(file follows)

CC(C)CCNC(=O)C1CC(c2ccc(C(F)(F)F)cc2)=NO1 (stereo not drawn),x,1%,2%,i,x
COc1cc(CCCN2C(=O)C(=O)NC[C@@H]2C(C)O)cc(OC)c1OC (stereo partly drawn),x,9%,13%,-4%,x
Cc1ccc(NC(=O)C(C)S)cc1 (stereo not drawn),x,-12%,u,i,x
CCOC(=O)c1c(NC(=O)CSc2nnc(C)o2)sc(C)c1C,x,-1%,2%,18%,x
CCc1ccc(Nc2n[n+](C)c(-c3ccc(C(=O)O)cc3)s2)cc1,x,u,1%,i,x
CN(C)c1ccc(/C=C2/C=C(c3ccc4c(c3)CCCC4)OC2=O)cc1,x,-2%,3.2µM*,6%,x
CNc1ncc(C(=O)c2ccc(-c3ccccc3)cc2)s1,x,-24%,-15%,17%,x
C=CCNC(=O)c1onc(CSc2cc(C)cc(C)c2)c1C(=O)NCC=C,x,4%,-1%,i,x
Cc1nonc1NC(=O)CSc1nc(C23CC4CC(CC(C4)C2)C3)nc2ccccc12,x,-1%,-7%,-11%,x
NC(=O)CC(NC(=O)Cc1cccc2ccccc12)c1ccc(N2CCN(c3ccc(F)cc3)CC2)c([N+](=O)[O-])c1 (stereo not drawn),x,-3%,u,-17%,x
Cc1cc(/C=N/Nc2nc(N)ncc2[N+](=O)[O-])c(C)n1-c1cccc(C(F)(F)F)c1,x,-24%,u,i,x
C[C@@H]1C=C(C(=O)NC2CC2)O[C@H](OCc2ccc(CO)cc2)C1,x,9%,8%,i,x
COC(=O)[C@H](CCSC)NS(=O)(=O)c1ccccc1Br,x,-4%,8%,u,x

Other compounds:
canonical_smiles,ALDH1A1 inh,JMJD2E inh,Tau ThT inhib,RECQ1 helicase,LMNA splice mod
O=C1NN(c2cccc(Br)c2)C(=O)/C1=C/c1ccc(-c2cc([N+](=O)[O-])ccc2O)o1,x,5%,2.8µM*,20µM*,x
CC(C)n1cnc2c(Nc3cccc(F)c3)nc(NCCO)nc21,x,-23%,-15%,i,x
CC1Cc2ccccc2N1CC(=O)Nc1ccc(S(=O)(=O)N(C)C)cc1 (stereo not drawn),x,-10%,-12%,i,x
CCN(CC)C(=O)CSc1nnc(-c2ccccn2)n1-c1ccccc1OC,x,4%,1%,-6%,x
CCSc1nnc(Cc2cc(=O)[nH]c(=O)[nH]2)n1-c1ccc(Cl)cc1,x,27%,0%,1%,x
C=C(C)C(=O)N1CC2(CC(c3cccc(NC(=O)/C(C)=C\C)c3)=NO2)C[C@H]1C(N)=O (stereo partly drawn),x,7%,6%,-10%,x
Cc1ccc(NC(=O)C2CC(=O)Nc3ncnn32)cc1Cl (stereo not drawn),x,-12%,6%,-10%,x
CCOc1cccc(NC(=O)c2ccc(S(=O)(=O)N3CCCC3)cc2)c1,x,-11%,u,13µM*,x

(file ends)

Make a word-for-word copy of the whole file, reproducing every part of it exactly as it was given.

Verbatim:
CC(C)CCNC(=O)C1CC(c2ccc(C(F)(F)F)cc2)=NO1 (stereo not drawn),x,1%,2%,i,x
COc1cc(CCCN2C(=O)C(=O)NC[C@@H]2C(C)O)cc(OC)c1OC (stereo partly drawn),x,9%,13%,-4%,x
Cc1ccc(NC(=O)C(C)S)cc1 (stereo not drawn),x,-12%,u,i,x
CCOC(=O)c1c(NC(=O)CSc2nnc(C)o2)sc(C)c1C,x,-1%,2%,18%,x
CCc1ccc(Nc2n[n+](C)c(-c3ccc(C(=O)O)cc3)s2)cc1,x,u,1%,i,x
CN(C)c1ccc(/C=C2/C=C(c3ccc4c(c3)CCCC4)OC2=O)cc1,x,-2%,3.2µM*,6%,x
CNc1ncc(C(=O)c2ccc(-c3ccccc3)cc2)s1,x,-24%,-15%,17%,x
C=CCNC(=O)c1onc(CSc2cc(C)cc(C)c2)c1C(=O)NCC=C,x,4%,-1%,i,x
Cc1nonc1NC(=O)CSc1nc(C23CC4CC(CC(C4)C2)C3)nc2ccccc12,x,-1%,-7%,-11%,x
NC(=O)CC(NC(=O)Cc1cccc2ccccc12)c1ccc(N2CCN(c3ccc(F)cc3)CC2)c([N+](=O)[O-])c1 (stereo not drawn),x,-3%,u,-17%,x
Cc1cc(/C=N/Nc2nc(N)ncc2[N+](=O)[O-])c(C)n1-c1cccc(C(F)(F)F)c1,x,-24%,u,i,x
C[C@@H]1C=C(C(=O)NC2CC2)O[C@H](OCc2ccc(CO)cc2)C1,x,9%,8%,i,x
COC(=O)[C@H](CCSC)NS(=O)(=O)c1ccccc1Br,x,-4%,8%,u,x

Other compounds:
canonical_smiles,ALDH1A1 inh,JMJD2E inh,Tau ThT inhib,RECQ1 helicase,LMNA splice mod
O=C1NN(c2cccc(Br)c2)C(=O)/C1=C/c1ccc(-c2cc([N+](=O)[O-])ccc2O)o1,x,5%,2.8µM*,20µM*,x
CC(C)n1cnc2c(Nc3cccc(F)c3)nc(NCCO)nc21,x,-23%,-15%,i,x
CC1Cc2ccccc2N1CC(=O)Nc1ccc(S(=O)(=O)N(C)C)cc1 (stereo not drawn),x,-10%,-12%,i,x
CCN(CC)C(=O)CSc1nnc(-c2ccccn2)n1-c1ccccc1OC,x,4%,1%,-6%,x
CCSc1nnc(Cc2cc(=O)[nH]c(=O)[nH]2)n1-c1ccc(Cl)cc1,x,27%,0%,1%,x
C=C(C)C(=O)N1CC2(CC(c3cccc(NC(=O)/C(C)=C\C)c3)=NO2)C[C@H]1C(N)=O (stereo partly drawn),x,7%,6%,-10%,x
Cc1ccc(NC(=O)C2CC(=O)Nc3ncnn32)cc1Cl (stereo not drawn),x,-12%,6%,-10%,x
CCOc1cccc(NC(=O)c2ccc(S(=O)(=O)N3CCCC3)cc2)c1,x,-11%,u,13µM*,x